Apr 07, 2011 — 12 comments
You might think shooting and editing your own cinemagraph is a little beyond your Photoshop skill level, but it’s really not that hard. Aaron Nace shows us how to create a professional cinemagraph from capturing the footage to the final Internet-viewable GIF.
Manual lenses are becoming more popular as adapters make it easier to use whatever lens you like. Mark Wallace gives us a tutorial on how to set up your manual lens and throws in some practical tips for when and where a manual lens can be best utilized.
This mom blew the world away with gorgeous photos of her kids, and now she shares some tips with us for photographing children. Elena Shumilova has over 60 million views on her photos, and SmugMug visited her in her home in Russia to see her process first hand.
One of the most common questions when it comes to Photoshop is, “How do I remove a background?”. Terry White shows us how to extract the subject from one background and put it on another in Photoshop CC
If you appreciate photos with movement in them, then definitely check out this tutorial. Learn how to create beautiful panning shots of bicycles in the rain from Gavin Hoey.
We’ve talked about it before many times, but I’ll say it again—you don’t need the most expensive equipment to take great shots. In his own little challenge to prove this, Oregon-based photographer David Iliyn recently did an outdoor night shoot using 12 cheap off-camera flashes.
There are a lot of really great darkroom techniques that we’re forgetting about, like vintage salt printing.It can still be done today, in your own darkroom. GPV Photography offers a step-by-step video to create the classic look.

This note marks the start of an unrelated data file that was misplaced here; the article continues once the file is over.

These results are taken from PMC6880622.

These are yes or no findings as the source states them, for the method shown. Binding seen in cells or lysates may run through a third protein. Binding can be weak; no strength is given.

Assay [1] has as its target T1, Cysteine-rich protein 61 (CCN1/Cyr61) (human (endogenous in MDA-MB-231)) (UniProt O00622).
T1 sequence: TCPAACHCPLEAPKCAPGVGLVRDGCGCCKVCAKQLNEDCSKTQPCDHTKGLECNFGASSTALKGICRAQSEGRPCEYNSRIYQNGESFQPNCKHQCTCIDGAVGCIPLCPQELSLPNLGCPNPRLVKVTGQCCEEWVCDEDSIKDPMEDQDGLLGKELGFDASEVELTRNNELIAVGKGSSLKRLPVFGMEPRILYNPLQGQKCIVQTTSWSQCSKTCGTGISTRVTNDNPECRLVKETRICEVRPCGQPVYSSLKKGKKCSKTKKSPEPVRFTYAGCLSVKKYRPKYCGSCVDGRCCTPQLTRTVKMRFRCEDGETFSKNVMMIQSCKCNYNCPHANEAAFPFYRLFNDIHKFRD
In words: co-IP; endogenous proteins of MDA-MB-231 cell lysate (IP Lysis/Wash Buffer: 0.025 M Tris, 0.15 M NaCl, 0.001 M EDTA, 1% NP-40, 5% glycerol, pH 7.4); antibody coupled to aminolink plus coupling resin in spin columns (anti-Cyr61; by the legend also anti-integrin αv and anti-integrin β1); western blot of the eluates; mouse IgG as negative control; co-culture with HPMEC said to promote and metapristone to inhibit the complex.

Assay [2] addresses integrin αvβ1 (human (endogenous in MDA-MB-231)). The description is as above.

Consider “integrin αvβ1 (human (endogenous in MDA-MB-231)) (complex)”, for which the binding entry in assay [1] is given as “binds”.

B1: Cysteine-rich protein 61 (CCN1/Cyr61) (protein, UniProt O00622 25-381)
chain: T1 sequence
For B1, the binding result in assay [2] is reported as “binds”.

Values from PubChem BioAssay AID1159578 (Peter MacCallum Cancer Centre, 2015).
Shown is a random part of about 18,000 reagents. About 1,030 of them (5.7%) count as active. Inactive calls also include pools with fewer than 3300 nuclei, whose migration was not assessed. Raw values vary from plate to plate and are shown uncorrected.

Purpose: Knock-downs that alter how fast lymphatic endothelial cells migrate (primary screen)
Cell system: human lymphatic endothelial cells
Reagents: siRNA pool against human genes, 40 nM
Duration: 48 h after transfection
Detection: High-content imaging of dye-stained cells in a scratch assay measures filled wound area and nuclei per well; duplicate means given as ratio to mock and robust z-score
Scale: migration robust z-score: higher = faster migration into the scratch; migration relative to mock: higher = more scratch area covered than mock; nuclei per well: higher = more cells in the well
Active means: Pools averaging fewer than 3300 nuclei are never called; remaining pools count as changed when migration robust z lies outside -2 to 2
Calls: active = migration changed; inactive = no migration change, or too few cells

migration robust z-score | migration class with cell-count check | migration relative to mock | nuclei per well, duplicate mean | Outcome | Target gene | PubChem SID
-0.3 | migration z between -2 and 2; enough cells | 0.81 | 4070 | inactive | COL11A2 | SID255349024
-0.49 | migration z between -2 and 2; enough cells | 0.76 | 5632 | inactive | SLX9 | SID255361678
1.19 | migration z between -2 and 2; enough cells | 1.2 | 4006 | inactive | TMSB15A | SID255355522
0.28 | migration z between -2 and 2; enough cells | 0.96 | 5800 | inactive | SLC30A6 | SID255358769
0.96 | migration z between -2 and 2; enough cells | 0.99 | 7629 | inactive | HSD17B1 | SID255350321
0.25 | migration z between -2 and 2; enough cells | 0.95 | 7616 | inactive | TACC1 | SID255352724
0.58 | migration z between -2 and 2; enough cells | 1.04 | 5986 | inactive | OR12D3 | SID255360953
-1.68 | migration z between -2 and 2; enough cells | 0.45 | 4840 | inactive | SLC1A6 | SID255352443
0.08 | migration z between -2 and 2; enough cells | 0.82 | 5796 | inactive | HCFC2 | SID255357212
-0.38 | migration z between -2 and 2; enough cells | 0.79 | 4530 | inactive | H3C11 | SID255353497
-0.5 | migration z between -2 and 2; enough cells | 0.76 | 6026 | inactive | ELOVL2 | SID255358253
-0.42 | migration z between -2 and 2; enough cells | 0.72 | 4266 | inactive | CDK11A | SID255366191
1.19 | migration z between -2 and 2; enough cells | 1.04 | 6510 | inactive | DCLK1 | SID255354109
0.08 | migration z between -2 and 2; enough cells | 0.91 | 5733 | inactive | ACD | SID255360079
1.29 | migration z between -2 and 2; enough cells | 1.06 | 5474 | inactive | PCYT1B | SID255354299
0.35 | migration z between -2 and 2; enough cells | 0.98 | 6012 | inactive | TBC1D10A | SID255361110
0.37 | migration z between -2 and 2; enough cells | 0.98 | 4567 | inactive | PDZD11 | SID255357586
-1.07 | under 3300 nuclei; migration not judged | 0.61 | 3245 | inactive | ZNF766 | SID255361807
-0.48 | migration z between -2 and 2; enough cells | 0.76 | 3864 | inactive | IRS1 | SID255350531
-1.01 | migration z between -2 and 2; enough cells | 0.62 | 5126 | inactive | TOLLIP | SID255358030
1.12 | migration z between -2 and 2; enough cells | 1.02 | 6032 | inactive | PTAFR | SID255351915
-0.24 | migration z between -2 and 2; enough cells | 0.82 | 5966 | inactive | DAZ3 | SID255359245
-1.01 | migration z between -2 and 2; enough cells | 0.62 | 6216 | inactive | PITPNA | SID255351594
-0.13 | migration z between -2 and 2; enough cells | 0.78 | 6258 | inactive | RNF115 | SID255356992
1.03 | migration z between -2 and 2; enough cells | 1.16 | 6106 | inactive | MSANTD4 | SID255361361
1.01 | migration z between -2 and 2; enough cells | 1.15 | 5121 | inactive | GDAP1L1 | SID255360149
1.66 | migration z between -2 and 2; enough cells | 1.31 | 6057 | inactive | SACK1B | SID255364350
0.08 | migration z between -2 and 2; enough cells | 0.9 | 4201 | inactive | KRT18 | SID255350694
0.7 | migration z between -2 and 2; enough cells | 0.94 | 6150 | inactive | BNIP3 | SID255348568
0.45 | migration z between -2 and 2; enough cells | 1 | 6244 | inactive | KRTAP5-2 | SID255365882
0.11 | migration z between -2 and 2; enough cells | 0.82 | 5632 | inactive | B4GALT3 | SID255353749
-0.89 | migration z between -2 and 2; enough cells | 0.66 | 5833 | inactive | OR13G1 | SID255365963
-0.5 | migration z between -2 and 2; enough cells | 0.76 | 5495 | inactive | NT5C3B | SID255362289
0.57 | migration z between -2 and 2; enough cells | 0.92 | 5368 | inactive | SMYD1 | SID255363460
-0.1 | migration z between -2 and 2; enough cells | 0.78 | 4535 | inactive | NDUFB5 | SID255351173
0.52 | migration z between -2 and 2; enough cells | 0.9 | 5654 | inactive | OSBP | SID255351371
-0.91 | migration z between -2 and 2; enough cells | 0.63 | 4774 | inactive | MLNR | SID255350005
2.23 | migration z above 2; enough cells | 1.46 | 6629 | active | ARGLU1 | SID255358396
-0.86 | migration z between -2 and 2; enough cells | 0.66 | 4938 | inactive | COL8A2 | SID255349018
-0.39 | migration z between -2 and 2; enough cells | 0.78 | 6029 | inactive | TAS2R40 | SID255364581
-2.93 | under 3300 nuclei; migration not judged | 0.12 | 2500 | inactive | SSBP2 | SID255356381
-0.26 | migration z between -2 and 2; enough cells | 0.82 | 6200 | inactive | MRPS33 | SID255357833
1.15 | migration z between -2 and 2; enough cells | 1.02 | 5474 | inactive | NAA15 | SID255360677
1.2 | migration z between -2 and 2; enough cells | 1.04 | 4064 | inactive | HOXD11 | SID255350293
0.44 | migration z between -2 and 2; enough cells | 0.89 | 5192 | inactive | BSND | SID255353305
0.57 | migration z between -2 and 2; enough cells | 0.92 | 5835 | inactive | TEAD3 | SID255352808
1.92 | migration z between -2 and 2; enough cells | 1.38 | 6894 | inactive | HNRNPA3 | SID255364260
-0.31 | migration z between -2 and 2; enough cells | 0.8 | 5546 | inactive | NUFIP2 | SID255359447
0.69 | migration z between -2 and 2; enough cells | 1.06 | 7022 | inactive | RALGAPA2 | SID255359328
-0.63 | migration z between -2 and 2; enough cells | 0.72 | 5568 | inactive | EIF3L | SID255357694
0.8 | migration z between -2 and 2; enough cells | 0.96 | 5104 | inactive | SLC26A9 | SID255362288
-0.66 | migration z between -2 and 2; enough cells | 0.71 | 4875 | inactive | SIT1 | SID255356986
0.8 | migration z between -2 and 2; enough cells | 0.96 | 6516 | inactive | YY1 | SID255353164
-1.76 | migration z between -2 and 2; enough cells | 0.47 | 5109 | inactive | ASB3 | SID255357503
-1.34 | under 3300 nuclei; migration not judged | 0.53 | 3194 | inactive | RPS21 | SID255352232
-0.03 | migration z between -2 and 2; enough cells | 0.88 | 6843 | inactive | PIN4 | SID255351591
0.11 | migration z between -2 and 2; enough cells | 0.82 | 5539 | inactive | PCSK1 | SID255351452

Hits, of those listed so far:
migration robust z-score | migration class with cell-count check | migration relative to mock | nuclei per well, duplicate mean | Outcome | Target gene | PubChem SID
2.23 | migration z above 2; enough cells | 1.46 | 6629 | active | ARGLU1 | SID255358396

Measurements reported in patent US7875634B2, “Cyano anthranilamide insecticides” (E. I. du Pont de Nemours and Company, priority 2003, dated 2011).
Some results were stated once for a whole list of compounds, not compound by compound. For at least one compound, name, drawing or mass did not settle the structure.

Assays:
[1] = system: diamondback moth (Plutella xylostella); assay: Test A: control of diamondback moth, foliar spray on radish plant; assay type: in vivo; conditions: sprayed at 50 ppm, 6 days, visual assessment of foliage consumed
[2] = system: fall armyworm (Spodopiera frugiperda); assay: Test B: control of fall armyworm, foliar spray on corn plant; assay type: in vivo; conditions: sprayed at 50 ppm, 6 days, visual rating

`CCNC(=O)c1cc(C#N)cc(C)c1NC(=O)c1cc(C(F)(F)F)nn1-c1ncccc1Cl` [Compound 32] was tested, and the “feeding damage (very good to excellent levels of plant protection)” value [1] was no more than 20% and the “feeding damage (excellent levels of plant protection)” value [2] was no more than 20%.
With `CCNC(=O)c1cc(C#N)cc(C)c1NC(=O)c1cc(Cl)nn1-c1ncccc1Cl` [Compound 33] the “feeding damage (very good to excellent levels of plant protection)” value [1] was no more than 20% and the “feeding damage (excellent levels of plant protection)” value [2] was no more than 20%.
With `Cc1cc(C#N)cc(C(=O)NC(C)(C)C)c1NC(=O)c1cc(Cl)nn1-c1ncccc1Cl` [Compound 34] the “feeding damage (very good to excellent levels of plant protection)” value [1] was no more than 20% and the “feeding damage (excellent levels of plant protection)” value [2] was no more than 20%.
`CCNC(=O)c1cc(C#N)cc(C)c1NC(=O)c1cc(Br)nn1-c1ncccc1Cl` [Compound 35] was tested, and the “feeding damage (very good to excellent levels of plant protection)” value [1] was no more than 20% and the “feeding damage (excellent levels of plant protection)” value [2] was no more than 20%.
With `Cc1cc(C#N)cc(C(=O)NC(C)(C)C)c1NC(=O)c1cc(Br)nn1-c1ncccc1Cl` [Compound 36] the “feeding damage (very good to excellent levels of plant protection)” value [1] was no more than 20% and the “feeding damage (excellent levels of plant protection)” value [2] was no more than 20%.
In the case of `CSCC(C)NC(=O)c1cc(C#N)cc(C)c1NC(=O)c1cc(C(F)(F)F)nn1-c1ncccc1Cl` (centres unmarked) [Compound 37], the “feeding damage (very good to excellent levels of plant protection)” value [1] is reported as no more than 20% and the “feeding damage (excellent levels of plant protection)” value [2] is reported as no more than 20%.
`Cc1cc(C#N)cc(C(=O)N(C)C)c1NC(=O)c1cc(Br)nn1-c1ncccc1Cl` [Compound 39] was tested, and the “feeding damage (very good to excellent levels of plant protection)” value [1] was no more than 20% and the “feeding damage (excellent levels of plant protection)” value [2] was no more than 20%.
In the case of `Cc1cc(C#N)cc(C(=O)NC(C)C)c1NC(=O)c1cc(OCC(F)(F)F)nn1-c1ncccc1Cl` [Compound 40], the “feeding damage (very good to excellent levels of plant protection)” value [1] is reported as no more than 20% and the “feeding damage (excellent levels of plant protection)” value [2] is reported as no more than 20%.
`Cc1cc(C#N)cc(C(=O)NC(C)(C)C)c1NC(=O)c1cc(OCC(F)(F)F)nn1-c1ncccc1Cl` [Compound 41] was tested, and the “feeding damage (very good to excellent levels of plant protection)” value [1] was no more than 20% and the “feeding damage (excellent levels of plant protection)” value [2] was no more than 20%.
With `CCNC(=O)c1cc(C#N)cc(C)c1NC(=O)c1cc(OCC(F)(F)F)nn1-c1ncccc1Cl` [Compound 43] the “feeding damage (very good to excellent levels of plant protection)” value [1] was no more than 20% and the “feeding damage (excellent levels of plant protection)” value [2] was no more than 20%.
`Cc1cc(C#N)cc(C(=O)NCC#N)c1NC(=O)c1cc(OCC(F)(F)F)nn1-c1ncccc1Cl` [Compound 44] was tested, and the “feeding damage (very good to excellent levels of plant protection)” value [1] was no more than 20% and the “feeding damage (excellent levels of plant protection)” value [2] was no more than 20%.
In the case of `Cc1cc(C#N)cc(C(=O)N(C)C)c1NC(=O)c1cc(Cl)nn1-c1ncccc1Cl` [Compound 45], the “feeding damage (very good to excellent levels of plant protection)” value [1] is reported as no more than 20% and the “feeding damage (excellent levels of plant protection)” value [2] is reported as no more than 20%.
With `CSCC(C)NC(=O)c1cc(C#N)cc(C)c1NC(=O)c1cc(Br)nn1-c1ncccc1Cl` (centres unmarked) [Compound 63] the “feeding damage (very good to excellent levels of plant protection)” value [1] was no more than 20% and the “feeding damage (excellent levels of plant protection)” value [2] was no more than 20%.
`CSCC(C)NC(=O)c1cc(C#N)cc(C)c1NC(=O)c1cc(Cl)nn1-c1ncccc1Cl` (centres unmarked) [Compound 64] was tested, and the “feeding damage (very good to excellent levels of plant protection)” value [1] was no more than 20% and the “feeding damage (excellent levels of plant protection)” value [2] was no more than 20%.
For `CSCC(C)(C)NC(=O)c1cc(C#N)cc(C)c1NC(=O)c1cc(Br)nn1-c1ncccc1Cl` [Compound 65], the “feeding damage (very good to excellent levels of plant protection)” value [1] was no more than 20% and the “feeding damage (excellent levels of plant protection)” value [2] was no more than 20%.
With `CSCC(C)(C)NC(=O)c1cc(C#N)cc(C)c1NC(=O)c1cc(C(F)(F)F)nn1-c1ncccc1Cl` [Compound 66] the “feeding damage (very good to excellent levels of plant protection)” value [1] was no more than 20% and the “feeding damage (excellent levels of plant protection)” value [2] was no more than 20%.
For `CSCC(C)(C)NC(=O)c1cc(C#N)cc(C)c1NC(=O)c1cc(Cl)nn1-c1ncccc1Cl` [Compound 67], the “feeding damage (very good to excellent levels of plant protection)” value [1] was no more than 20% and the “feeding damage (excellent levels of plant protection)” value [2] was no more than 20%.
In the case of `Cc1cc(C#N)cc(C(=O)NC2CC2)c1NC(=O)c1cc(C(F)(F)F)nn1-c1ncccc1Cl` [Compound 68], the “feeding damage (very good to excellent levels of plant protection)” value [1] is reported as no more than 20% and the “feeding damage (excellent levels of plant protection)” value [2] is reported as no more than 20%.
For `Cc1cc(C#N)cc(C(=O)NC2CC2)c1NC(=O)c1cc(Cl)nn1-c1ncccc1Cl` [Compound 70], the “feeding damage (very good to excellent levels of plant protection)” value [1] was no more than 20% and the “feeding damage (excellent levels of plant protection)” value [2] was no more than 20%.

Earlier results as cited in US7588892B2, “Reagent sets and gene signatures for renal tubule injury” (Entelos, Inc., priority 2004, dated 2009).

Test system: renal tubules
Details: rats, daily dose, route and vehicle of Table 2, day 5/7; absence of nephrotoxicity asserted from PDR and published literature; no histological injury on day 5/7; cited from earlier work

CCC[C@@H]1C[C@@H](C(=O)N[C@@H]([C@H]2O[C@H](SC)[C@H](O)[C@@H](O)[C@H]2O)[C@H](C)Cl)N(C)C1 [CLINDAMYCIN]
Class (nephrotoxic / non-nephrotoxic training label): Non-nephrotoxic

The pop and blur technique is nothing new. Photographers have been using it ever since artificial lights and built-in flashes came into use. It’s basically about popping the flash and then moving the camera or the subject during the exposure to induce motion blur. Whether you want to pop first and then blur or vice versa is up to you.
Gavin Hoey gives us a tutorial on how to set up your flash and your camera for a perfect frozen object, and he also shares some quick Photoshop editing tips.
There’s an old technique photojournalists call “flash and slash” that is used to dramatize movement. Watch as Layne Kennedy creates fun and energetic images using this technique.
Help us out! More and more tutorials are submitted to Good-Tutorials each day. We could use your help with finding good tutorials. Mind lending a hand?